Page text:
The white Yale University grad student who called the cops on a black student napping in the common room of her dorm has expressed vehement opposition to hate crimes legislation and had called racism a “silly” social construct in years-old online posts.
Sarah Braasch was thrust into the international spotlight after social media users identified her in a livestream recorded by Lolade Siyonbola. Siyonbola posted the clips to Facebook after Braasch phoned authorities and reported her for sleeping on a couch in the Hall of Graduate Studies early Tuesday morning.
“I have every right to call the police, you cannot sleep in that room,” Braasch told her.
The livestream, which shows Siyonbola’s interactions with both Braasch and officers, have sparked widespread outcry and allegations of racial profiling.
Braasch, who did not return a request for comment, has previously been accused of calling authorities on another student of color. And her online presence is rife with controversial perspectives on race, religion and human rights.
Here are a few things we know about her:
Human rights lawyer with multiple degrees
Braasch is slated to complete her Ph.D. in philosophy in 2020, according to Yale University’s website.
The school did not return request for comment about Braasch’s status at the university Friday.
“Her secularism and women’s rights advocacy (including with Ni Putes Ni Soumises in Paris, France) led her to obtain an MA in Philosophy, to address the sub-human legal status of the world’s women at the source, the philosophical foundations of law,” her bio reads.
The 43-year-old graduate student already has a pair of engineering degrees — aerospace and mechanical — from the University of Minnesota and a JD from Fordham. Braasch is also a staunch First Amendment advocate and lawyer.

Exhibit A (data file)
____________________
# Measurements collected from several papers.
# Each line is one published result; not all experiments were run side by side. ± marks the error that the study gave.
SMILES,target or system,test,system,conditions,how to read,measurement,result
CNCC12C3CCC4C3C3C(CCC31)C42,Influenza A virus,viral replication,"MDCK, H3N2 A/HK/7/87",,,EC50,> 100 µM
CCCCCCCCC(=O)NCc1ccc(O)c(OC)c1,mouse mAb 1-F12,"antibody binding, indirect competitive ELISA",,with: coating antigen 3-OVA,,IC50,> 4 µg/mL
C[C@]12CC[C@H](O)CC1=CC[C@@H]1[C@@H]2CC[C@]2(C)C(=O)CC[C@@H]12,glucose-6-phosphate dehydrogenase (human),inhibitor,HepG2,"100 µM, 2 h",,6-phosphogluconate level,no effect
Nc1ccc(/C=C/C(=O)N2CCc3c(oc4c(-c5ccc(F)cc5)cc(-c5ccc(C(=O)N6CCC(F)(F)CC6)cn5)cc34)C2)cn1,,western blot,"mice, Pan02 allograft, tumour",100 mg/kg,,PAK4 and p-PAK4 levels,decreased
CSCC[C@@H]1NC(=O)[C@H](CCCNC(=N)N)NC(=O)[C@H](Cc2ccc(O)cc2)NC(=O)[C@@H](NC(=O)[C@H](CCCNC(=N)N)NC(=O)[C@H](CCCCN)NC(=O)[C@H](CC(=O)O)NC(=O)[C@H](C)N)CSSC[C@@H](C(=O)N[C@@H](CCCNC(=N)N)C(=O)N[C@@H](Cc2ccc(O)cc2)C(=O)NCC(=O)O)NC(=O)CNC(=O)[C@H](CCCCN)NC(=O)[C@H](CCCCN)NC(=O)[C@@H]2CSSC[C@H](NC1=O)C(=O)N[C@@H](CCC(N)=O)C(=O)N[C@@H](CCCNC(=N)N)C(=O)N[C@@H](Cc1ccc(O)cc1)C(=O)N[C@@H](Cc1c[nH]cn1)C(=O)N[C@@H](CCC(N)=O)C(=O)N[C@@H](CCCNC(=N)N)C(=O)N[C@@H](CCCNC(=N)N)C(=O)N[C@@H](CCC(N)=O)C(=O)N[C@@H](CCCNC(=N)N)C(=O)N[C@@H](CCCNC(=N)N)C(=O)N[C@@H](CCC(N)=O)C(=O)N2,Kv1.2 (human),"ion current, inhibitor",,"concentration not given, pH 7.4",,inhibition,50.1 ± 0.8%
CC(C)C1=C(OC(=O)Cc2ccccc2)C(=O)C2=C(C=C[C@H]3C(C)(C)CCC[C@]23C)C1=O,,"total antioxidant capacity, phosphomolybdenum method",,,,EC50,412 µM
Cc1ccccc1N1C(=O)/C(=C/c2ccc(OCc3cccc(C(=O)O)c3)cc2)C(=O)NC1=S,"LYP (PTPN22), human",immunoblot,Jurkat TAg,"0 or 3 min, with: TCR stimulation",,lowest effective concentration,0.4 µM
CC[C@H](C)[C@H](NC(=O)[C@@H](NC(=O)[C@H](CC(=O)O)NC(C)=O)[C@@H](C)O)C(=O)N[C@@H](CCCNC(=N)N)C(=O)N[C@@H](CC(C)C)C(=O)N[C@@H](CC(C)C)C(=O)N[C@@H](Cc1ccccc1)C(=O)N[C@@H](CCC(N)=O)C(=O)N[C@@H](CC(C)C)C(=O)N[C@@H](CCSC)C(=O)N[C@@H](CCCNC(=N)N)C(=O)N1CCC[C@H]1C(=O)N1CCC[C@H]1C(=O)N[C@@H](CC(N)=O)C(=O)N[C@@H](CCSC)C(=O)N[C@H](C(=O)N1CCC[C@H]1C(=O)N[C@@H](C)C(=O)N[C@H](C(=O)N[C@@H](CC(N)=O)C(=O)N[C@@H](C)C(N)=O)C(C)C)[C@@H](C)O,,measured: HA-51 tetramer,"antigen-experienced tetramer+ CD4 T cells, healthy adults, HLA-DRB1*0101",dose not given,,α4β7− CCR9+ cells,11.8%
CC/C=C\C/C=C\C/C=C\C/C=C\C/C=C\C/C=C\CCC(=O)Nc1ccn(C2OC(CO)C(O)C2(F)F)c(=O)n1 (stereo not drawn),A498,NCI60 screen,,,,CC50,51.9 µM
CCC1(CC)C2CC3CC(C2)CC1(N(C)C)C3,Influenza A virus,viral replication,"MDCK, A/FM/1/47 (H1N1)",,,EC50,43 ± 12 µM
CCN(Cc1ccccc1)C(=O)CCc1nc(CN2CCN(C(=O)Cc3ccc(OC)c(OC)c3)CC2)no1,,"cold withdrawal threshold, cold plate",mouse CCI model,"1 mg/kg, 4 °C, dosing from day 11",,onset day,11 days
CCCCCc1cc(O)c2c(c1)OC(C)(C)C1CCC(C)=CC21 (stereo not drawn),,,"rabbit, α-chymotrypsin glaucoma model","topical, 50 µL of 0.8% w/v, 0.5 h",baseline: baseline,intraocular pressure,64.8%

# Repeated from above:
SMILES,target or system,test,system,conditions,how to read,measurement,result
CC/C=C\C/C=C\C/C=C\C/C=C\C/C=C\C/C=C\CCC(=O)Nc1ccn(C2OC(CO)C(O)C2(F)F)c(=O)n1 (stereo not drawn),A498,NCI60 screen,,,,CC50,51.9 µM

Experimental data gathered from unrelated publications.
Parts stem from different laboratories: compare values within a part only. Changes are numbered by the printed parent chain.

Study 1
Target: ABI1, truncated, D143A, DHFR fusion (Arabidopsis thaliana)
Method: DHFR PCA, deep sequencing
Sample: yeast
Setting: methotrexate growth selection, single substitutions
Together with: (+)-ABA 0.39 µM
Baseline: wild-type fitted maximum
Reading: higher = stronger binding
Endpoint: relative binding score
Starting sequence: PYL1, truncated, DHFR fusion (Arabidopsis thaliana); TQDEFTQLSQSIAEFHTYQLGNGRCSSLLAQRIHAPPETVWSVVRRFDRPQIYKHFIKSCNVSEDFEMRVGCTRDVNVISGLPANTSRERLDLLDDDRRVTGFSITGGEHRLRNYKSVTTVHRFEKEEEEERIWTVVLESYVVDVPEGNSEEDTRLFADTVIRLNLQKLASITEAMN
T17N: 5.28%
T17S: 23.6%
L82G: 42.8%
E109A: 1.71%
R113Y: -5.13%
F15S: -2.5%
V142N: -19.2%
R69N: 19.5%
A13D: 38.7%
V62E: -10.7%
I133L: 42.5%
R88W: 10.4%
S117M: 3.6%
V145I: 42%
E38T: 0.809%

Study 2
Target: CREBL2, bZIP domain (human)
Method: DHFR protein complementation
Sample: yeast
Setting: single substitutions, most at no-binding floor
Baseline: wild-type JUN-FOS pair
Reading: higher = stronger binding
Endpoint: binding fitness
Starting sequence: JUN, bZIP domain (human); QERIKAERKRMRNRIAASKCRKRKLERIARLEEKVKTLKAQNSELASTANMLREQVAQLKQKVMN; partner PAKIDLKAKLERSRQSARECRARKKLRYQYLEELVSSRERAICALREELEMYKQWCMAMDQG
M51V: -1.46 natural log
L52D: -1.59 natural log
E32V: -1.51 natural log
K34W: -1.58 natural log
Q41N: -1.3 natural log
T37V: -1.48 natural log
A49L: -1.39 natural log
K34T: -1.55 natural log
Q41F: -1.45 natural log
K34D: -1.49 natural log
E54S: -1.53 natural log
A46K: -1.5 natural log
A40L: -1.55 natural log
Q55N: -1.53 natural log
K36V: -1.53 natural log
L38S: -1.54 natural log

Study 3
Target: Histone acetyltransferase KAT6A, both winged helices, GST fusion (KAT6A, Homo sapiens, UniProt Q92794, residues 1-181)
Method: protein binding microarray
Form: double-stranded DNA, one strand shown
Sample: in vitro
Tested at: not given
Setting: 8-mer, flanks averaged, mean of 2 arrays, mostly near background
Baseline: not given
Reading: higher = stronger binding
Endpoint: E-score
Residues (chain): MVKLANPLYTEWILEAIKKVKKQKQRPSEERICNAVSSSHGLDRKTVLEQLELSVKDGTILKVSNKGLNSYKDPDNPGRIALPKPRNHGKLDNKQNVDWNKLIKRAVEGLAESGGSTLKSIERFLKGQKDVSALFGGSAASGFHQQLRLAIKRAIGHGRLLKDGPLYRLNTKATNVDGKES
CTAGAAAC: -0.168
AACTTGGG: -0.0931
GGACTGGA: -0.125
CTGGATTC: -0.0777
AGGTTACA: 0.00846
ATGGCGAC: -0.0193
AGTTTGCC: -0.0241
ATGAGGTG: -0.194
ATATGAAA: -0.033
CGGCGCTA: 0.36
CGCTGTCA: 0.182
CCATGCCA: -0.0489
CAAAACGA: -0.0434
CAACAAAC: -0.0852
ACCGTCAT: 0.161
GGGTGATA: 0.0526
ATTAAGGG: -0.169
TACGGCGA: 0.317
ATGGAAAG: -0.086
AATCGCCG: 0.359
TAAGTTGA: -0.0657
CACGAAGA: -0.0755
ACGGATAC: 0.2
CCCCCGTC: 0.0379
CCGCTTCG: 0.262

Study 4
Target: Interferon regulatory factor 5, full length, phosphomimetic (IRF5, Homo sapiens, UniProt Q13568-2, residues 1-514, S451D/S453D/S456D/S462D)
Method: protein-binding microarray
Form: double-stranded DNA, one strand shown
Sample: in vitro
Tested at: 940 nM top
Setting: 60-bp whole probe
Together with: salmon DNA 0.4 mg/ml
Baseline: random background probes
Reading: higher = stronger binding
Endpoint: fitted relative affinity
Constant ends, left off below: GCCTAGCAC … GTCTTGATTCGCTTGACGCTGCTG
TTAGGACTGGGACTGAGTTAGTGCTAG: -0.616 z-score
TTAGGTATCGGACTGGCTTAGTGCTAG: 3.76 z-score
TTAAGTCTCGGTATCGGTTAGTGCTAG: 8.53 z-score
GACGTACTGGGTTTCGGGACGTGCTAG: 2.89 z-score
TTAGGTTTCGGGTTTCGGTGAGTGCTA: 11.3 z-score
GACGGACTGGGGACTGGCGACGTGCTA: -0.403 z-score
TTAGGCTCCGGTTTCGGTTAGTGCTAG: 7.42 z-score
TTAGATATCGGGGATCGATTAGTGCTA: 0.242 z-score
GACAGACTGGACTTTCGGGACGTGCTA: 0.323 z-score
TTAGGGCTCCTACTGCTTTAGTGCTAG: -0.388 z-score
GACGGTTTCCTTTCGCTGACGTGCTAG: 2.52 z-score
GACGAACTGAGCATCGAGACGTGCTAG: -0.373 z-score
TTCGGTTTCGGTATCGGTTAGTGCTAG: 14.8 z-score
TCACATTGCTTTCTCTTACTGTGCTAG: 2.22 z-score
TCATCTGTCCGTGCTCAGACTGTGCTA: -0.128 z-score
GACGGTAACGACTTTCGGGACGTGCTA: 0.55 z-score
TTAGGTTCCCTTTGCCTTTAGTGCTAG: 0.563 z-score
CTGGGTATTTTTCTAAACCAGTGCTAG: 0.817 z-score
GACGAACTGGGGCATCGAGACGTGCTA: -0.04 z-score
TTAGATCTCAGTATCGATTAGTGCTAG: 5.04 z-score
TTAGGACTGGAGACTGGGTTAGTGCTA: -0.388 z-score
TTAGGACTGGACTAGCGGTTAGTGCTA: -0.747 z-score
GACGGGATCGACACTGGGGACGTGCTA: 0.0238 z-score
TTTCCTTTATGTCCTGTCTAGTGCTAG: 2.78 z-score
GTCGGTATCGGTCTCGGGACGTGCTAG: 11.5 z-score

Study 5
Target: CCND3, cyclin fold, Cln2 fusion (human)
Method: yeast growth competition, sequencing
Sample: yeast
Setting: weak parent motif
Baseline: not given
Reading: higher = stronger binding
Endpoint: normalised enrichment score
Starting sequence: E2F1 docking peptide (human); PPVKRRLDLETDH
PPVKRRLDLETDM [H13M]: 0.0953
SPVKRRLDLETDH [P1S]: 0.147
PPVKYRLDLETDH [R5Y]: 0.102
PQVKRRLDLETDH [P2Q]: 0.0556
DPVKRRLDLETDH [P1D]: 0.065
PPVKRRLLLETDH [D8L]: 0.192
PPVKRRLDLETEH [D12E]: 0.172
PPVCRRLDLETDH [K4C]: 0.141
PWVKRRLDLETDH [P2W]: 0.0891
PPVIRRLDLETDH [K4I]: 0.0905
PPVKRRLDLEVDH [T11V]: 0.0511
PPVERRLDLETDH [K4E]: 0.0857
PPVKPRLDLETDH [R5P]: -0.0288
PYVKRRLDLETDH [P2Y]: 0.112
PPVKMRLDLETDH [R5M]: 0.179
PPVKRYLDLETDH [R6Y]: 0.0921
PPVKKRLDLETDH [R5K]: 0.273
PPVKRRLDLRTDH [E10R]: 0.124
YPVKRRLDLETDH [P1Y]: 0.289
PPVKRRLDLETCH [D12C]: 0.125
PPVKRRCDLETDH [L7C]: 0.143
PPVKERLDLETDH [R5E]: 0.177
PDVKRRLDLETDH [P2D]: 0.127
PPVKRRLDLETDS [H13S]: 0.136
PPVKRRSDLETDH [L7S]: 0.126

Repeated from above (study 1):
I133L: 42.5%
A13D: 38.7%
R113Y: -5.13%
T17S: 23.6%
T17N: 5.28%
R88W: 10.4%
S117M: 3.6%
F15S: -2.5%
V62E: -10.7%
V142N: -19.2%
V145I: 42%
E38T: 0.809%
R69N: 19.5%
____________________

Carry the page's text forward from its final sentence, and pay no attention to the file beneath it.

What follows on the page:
“Her 30th birthday brought into focus her desire to become an international human rights lawyer, with a focus on women’s sexual and reproductive rights,” according to San Francisco State’s website, where Braasch was previously a master’s candidate in philosophy.
Civil War and pro-slavery arguments
In a since-deleted 2010 blog post for Humanist, Braasch offered her readers a look at her middle school years, when her class debated the pros and cons of slavery. She said students approached it as if they were “abolitionists or southern plantation owners during Abraham Lincoln’s presidency.”
“I was placed on the pro-slavery side of the argument. I remember spending many an hour in the local public library poring over Time Life books,” she wrote.
“And then I had a eureka moment. Some — not many, but some — of the slaves didn’t want to stop being slaves. A small number wanted to remain with their owners or even return after being freed. I knew I had just won the debate. And indeed, I did. I led our team to victory.”
She continued: “Who are we to tell someone that she has to be free? Who are we to tell someone that she has to be regarded as fully human?”
SOURCE: JESSICA SCHLADEBECK
NEW YORK DAILY NEWS